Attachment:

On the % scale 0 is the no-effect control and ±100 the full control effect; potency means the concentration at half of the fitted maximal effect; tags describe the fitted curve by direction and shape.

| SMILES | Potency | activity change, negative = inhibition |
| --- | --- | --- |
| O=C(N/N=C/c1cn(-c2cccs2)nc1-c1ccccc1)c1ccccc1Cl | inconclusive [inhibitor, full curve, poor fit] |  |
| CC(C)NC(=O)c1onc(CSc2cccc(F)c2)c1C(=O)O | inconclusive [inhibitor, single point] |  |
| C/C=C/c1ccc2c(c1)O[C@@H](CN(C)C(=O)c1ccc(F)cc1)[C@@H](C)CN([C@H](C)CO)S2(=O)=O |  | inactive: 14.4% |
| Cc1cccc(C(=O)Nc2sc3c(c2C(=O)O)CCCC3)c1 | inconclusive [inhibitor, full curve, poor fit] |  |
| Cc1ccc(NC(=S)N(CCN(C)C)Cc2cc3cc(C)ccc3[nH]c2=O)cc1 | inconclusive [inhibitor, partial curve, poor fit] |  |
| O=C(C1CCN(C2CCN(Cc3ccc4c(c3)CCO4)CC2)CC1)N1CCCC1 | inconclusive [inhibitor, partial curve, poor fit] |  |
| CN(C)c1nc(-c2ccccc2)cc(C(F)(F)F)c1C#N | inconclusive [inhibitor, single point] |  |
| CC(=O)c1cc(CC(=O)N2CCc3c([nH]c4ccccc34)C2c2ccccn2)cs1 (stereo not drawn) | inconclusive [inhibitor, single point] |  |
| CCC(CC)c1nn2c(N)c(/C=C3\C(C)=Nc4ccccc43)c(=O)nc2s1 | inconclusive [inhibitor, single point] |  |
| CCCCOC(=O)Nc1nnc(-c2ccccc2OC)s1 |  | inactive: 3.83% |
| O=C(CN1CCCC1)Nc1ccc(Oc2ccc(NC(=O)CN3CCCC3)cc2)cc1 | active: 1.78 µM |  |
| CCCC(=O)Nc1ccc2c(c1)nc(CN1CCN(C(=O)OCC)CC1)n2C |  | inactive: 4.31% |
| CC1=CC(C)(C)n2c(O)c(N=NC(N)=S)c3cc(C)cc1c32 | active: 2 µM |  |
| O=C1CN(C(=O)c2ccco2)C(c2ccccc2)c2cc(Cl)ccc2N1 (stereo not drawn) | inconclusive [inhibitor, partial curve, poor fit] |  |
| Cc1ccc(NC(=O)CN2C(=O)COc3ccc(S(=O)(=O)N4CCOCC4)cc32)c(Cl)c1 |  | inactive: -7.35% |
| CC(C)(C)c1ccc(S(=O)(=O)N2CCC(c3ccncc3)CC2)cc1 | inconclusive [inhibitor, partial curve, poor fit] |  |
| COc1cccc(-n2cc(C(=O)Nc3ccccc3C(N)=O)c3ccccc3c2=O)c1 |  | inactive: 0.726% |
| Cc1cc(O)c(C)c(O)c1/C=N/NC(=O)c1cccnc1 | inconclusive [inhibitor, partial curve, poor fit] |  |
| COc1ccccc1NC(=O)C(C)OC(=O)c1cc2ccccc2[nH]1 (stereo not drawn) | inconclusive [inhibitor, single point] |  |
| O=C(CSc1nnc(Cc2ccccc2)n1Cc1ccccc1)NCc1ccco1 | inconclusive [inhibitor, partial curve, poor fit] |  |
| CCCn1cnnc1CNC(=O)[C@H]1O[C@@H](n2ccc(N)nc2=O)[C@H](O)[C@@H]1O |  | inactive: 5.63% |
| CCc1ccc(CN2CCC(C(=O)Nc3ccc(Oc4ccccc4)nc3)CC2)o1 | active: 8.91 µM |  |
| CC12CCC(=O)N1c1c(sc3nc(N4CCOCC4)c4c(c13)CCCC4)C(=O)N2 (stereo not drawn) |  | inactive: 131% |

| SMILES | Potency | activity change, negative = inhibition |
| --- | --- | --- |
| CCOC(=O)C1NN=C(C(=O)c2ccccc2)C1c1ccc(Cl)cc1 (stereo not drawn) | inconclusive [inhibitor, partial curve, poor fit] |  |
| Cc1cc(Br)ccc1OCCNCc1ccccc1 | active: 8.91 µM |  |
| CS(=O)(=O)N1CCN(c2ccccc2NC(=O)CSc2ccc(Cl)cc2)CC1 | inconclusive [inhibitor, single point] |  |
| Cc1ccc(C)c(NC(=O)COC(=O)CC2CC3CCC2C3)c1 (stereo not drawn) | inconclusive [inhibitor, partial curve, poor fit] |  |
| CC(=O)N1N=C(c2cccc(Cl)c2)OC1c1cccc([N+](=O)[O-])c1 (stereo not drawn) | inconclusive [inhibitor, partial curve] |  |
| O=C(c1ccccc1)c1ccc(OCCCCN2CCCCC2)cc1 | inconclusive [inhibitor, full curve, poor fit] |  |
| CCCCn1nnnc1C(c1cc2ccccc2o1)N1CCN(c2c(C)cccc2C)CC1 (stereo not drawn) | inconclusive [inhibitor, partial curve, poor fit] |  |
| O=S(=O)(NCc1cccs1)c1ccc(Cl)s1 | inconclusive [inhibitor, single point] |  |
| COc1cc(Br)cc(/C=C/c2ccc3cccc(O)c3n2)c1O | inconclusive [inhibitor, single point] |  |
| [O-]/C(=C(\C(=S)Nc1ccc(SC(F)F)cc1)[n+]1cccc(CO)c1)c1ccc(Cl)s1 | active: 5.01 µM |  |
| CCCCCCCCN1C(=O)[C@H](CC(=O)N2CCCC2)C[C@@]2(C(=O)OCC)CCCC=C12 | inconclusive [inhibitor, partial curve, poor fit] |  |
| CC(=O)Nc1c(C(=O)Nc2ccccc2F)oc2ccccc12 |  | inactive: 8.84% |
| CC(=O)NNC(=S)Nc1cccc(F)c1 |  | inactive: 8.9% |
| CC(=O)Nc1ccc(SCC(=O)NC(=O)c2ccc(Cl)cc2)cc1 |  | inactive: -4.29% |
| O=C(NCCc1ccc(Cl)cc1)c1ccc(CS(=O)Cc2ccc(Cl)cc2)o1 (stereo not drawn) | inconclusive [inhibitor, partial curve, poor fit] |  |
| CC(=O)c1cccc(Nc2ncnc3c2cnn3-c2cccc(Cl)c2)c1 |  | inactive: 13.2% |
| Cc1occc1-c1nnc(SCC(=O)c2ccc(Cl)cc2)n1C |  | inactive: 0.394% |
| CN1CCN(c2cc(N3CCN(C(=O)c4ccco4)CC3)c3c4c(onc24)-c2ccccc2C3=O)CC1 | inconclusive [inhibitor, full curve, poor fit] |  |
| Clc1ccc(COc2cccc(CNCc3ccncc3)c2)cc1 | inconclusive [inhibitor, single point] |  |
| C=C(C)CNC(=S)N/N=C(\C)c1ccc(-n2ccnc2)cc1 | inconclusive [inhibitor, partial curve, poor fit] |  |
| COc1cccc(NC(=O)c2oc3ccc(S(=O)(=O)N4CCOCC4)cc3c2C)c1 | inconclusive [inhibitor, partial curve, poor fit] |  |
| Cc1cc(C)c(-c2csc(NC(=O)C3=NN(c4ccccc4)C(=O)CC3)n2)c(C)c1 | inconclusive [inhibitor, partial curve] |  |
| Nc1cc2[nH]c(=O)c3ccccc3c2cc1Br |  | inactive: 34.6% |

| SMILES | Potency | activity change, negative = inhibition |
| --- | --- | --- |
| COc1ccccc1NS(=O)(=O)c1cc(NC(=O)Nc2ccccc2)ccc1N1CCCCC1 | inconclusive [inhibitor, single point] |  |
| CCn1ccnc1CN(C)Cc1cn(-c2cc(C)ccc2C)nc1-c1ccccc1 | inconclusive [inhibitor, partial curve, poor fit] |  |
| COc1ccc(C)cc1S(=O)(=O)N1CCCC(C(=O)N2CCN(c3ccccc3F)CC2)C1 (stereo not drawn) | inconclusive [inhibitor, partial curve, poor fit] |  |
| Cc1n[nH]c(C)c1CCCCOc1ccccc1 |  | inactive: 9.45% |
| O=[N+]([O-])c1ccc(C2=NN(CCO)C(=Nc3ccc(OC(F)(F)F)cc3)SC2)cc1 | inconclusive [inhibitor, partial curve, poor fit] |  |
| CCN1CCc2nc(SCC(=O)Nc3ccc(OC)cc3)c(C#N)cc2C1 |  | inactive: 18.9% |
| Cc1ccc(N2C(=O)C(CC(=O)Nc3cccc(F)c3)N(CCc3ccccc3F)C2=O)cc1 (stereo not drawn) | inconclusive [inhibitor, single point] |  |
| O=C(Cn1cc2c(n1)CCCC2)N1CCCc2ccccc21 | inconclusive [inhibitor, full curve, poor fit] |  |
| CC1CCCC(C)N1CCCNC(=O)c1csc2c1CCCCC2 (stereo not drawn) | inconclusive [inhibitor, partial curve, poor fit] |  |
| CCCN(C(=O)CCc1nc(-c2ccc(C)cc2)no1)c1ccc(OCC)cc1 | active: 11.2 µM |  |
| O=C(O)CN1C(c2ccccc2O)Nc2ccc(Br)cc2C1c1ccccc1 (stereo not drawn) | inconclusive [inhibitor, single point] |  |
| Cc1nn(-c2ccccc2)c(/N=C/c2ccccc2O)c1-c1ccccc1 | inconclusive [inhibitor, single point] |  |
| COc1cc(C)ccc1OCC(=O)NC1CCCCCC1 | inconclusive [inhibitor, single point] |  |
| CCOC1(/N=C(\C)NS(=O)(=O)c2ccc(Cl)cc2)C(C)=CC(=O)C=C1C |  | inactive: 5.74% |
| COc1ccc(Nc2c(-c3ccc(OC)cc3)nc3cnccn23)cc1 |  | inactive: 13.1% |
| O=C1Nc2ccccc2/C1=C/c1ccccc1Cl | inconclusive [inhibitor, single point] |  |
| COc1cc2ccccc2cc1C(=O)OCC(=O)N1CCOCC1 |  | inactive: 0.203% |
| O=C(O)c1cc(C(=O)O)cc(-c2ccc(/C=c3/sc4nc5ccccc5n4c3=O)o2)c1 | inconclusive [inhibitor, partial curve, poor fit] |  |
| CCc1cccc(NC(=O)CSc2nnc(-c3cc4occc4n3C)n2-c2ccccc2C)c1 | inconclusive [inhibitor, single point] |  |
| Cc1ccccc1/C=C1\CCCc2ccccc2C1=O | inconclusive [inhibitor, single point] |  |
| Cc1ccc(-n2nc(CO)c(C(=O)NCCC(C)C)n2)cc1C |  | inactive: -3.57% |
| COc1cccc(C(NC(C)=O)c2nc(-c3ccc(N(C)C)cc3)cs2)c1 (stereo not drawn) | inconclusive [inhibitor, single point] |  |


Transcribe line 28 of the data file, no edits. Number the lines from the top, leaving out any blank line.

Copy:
| --- | --- | --- |